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Vanilla Bean Pound Cake

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With a loaf this tender and melt-in-your-mouth, you almost won’t believe this is a homemade pound cake! This vanilla bean pound cake is a lovely, simple cake to serve with breakfast, tea, or for dessert!

slice of vanilla bean pound cake on a white platter, propped up against the rest of the loaf

Darlings, if you grew up on grocery store pound cake, this recipe will TAKE YOU BACK! And then forward a bit because you won’t believe this tender, soft, perfect pound cake recipe came from your kitchen.

I don’t know about you, but for kid me, the epitome of elegance was a sliced store-bought loaf of pound cake with fruit on a platter. My mom and grandma would trot out that “family recipe” when they wanted to impress.

What can I say? I come from a long line of not-bakers on my mother’s side.

So you’d think it makes sense to carry on the family tradition. But no, it doesn’t. If you’re reading this, you understand that sometimes, you want the joy of making something yourself!

What is a pound cake?

Traditionally, a pound cake is a cake made with a pound of butter, a pound of eggs, a pound of sugar, and a pound of flour. Creative name, isn’t it?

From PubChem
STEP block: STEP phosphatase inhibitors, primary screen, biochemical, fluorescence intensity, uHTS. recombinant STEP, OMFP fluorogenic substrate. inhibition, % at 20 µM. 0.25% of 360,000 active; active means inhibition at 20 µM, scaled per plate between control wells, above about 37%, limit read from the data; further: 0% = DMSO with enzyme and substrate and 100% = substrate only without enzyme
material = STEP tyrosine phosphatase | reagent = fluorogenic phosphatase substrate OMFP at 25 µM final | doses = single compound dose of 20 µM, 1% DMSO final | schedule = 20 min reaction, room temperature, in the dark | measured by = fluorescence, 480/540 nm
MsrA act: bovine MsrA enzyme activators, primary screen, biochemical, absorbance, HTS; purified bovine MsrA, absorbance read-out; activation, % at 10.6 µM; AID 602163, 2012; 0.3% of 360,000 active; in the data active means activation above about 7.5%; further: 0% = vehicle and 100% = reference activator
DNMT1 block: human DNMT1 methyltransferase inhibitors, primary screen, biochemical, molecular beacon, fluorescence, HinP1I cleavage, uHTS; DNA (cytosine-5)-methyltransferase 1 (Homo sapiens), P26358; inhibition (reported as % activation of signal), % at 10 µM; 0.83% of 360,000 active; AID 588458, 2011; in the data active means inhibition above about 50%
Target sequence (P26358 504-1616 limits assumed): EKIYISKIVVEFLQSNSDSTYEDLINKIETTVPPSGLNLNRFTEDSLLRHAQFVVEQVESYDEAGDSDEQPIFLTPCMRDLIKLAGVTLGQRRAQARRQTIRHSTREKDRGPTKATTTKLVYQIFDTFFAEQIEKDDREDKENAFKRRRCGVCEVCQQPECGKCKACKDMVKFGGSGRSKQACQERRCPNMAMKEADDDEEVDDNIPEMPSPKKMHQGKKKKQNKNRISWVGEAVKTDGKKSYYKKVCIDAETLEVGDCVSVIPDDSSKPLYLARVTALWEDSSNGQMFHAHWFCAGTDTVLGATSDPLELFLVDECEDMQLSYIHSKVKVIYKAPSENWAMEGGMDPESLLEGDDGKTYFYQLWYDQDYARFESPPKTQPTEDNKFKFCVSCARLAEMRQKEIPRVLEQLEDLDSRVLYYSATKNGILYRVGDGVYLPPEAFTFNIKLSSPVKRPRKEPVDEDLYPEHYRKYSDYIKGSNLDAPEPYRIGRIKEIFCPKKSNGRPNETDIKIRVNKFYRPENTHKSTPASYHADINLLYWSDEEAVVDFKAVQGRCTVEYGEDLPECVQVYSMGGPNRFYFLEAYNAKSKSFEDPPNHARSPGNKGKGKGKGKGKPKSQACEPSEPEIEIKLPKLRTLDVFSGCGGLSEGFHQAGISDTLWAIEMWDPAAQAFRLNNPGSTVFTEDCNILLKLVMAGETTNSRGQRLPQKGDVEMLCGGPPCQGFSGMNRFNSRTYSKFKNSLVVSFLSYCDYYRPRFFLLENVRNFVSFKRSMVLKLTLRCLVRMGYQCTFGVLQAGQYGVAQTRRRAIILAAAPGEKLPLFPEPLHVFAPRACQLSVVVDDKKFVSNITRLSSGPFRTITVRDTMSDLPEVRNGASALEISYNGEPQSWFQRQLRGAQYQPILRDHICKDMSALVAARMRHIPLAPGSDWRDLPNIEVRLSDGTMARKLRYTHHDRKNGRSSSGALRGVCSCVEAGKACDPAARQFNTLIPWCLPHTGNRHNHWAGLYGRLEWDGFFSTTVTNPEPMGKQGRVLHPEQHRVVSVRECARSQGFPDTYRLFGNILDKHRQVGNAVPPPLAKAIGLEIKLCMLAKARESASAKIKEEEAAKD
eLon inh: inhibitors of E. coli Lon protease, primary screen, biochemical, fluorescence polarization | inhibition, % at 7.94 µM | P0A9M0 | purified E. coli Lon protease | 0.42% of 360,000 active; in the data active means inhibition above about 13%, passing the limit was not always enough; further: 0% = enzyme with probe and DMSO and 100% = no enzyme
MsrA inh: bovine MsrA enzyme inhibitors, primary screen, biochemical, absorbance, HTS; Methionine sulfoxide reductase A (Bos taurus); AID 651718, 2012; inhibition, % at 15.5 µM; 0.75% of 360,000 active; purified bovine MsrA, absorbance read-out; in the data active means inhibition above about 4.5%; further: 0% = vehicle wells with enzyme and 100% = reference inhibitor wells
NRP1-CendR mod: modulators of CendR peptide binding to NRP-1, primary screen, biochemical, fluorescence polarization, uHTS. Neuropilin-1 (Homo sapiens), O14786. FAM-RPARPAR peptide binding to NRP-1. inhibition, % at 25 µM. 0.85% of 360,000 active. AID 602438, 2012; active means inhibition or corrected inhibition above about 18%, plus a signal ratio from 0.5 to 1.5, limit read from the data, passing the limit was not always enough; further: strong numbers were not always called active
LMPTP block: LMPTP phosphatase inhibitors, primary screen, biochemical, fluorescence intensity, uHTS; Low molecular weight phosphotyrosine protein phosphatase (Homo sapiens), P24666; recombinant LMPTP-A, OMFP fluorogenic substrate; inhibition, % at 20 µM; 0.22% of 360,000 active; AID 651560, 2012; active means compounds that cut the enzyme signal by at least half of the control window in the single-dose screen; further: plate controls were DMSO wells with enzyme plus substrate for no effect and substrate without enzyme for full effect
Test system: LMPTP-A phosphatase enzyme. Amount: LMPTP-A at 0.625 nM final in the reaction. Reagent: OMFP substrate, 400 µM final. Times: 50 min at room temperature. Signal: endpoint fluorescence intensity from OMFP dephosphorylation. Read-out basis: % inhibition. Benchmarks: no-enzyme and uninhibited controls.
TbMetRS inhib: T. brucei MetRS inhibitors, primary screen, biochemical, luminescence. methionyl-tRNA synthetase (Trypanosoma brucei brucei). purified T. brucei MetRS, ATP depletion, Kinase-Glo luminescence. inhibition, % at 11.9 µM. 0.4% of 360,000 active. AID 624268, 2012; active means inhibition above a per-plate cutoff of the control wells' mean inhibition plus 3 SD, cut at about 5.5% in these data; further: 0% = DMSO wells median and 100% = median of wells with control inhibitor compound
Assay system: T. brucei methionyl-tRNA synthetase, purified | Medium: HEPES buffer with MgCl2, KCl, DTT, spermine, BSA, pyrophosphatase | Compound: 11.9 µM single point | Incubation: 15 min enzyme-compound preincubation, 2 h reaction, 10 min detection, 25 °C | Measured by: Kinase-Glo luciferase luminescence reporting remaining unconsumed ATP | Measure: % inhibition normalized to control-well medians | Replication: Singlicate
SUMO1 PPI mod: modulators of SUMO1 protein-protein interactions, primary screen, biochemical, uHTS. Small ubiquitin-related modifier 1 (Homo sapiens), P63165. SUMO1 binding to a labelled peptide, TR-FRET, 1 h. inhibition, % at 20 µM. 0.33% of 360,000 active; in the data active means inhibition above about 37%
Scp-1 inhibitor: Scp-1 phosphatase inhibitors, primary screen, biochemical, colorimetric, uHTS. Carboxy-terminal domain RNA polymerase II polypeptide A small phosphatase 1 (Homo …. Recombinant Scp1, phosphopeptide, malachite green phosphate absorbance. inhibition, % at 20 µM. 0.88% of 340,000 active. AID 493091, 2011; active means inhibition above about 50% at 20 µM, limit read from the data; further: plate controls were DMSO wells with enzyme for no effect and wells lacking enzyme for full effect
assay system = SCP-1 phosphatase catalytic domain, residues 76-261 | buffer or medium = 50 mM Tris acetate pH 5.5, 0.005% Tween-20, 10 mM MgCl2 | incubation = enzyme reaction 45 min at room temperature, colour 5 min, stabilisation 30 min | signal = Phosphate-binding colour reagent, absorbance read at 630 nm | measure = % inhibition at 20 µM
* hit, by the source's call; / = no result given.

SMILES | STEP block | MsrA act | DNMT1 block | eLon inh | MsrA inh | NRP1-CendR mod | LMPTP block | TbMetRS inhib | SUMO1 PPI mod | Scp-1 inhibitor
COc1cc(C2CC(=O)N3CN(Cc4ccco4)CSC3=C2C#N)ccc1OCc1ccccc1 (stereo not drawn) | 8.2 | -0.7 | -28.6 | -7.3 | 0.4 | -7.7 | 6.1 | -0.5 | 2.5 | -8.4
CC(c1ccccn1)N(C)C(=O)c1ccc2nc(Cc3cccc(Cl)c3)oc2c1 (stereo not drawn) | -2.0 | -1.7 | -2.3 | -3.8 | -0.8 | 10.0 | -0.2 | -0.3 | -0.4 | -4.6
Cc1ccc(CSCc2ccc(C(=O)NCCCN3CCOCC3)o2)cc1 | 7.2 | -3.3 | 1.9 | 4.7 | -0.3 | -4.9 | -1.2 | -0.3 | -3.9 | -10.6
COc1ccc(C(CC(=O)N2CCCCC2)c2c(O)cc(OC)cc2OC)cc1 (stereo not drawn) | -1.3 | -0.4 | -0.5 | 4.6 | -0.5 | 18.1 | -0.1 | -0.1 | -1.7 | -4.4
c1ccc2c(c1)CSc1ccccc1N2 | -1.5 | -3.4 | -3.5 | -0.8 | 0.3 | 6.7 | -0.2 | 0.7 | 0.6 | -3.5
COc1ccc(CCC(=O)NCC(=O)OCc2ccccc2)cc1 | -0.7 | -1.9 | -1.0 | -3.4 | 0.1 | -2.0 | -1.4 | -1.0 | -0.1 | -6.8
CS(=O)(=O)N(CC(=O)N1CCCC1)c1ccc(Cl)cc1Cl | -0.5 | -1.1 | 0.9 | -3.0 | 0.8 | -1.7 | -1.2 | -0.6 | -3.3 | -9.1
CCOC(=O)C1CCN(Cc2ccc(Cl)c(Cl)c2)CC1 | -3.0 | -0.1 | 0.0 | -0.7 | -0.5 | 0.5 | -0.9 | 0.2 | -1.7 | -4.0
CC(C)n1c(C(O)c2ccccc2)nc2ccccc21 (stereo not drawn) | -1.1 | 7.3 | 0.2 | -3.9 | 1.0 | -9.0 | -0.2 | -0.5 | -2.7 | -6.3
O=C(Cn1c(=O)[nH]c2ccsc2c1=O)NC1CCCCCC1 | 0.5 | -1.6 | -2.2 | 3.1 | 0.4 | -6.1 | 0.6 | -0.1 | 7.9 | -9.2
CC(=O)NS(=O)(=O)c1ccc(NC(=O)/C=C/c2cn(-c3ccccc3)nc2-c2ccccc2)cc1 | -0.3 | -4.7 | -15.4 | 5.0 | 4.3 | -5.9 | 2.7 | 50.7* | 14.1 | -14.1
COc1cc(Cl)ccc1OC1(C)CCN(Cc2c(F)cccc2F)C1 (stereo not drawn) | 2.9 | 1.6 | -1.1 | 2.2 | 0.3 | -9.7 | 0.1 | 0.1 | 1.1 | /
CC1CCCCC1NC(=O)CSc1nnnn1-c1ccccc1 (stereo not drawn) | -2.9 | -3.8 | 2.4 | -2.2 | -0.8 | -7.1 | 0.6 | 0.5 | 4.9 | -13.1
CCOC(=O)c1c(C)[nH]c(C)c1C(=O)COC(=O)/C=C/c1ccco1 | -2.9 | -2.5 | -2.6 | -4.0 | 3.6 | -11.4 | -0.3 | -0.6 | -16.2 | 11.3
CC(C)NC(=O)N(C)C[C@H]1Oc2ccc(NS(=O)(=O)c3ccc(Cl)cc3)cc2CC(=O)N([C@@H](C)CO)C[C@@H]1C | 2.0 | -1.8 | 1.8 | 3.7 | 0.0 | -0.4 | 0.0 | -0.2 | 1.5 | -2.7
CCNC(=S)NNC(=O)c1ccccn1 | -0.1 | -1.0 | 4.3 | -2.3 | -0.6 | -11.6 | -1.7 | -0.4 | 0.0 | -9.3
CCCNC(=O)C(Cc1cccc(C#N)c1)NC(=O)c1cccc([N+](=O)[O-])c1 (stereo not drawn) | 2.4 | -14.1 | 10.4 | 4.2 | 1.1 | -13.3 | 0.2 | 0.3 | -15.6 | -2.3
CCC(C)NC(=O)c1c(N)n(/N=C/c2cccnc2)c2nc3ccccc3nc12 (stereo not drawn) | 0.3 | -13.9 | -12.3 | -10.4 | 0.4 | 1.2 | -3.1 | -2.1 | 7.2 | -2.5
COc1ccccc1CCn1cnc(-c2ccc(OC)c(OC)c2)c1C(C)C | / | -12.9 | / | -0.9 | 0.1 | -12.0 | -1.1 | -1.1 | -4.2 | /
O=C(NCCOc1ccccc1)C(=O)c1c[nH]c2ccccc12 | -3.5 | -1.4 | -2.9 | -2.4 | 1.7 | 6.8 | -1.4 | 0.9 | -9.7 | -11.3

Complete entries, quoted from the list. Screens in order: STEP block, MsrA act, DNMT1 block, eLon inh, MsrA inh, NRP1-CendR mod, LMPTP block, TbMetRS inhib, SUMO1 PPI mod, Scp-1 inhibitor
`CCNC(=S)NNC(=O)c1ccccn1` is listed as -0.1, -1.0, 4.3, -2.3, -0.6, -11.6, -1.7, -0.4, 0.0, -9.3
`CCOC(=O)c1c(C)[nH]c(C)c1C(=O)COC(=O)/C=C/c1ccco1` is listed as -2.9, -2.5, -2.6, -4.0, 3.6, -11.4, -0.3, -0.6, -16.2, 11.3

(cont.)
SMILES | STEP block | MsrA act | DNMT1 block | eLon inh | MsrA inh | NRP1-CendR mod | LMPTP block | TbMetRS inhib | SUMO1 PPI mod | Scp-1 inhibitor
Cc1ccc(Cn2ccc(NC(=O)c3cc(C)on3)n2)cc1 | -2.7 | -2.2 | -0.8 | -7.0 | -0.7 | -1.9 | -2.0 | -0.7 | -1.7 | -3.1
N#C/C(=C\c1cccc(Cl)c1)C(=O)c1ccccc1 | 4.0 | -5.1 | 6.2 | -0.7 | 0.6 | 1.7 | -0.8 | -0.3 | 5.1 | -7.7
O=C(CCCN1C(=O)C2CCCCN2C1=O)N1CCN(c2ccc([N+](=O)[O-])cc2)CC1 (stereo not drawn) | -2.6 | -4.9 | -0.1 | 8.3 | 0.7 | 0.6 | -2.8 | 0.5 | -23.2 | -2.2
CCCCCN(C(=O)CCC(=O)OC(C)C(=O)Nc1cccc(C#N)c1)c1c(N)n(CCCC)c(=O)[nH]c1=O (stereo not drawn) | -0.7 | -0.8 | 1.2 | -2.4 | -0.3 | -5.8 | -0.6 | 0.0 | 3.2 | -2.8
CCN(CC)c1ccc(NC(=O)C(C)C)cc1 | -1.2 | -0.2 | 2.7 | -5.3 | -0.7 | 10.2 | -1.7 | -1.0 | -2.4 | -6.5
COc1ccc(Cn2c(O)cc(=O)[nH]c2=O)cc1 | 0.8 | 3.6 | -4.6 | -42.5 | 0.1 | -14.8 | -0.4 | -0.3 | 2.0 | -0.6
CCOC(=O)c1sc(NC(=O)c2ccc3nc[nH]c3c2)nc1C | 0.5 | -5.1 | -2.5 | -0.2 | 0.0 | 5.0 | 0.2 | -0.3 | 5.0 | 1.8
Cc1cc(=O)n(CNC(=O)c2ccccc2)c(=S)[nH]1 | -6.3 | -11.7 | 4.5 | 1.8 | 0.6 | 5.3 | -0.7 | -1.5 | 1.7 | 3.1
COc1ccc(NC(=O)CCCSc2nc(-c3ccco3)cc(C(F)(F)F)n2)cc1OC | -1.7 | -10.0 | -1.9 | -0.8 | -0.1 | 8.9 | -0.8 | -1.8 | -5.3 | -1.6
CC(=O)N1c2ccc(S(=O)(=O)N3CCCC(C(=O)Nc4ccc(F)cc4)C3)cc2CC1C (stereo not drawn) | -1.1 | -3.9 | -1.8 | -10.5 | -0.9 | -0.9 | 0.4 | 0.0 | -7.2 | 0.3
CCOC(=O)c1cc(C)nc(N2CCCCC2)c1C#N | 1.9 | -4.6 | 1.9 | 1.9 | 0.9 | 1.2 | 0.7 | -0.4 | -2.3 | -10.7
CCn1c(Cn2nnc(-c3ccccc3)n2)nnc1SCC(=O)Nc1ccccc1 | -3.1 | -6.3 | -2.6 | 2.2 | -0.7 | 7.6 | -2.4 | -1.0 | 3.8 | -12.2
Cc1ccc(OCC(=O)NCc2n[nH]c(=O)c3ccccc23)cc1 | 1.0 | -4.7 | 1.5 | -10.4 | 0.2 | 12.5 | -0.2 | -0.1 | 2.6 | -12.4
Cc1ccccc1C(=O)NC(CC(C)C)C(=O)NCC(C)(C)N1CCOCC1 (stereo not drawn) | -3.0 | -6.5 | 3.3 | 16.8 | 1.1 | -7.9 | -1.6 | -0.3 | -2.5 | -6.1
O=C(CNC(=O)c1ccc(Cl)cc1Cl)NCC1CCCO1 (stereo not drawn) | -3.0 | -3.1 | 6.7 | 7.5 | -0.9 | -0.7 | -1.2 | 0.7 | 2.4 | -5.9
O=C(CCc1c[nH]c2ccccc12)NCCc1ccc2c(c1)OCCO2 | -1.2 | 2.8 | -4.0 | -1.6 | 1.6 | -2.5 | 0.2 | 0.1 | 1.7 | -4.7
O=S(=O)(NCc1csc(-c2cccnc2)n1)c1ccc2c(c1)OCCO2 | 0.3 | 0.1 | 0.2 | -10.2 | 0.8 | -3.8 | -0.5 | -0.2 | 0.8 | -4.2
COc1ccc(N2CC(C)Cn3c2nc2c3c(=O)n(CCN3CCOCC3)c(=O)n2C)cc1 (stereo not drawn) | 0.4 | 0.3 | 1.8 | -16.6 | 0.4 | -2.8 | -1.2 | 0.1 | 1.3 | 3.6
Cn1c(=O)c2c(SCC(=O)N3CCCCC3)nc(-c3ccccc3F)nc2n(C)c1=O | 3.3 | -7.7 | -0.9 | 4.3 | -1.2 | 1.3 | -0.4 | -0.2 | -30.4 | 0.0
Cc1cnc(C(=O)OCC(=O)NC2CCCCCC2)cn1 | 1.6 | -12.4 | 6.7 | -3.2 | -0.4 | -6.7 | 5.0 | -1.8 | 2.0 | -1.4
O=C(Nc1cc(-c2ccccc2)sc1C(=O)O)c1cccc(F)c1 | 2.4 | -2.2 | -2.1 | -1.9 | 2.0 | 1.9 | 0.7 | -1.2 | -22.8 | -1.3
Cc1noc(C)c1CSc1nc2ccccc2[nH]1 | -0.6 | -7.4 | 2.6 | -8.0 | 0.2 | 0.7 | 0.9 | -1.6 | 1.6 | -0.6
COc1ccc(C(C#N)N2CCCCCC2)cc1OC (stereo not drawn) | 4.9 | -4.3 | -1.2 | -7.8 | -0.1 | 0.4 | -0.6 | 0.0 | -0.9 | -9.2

uncut vanilla bean pound cake, waiting on a cooling rack for the glaze to set

When you think about it though, it’s kind of brilliant. Pound cakes date way back before the internet and refrigeration.

People were eating cake before they could Google recipes and that is a good thing. Cake brings people together in a way the internet does not.

Simple cake recipes, like pound cake, are simple desserts anyone can bake!

Of course, over time, the basic pound cake recipe has changed. We have easily available leavening ingredients like baking powder and baking soda available.

It’s also easy to change up the recipe with things like whipping cream or cream cheese. Or we can add glorious swirls of Nutella to our pound cakes because chocolate and hazelnut make everything better.

Vanilla Bean Pound Cake Recipe Notes

First, I’d like to gently remind you that you don’t have to use vanilla beans. I did this time because I was in the process of making a fresh batch of vanilla extract.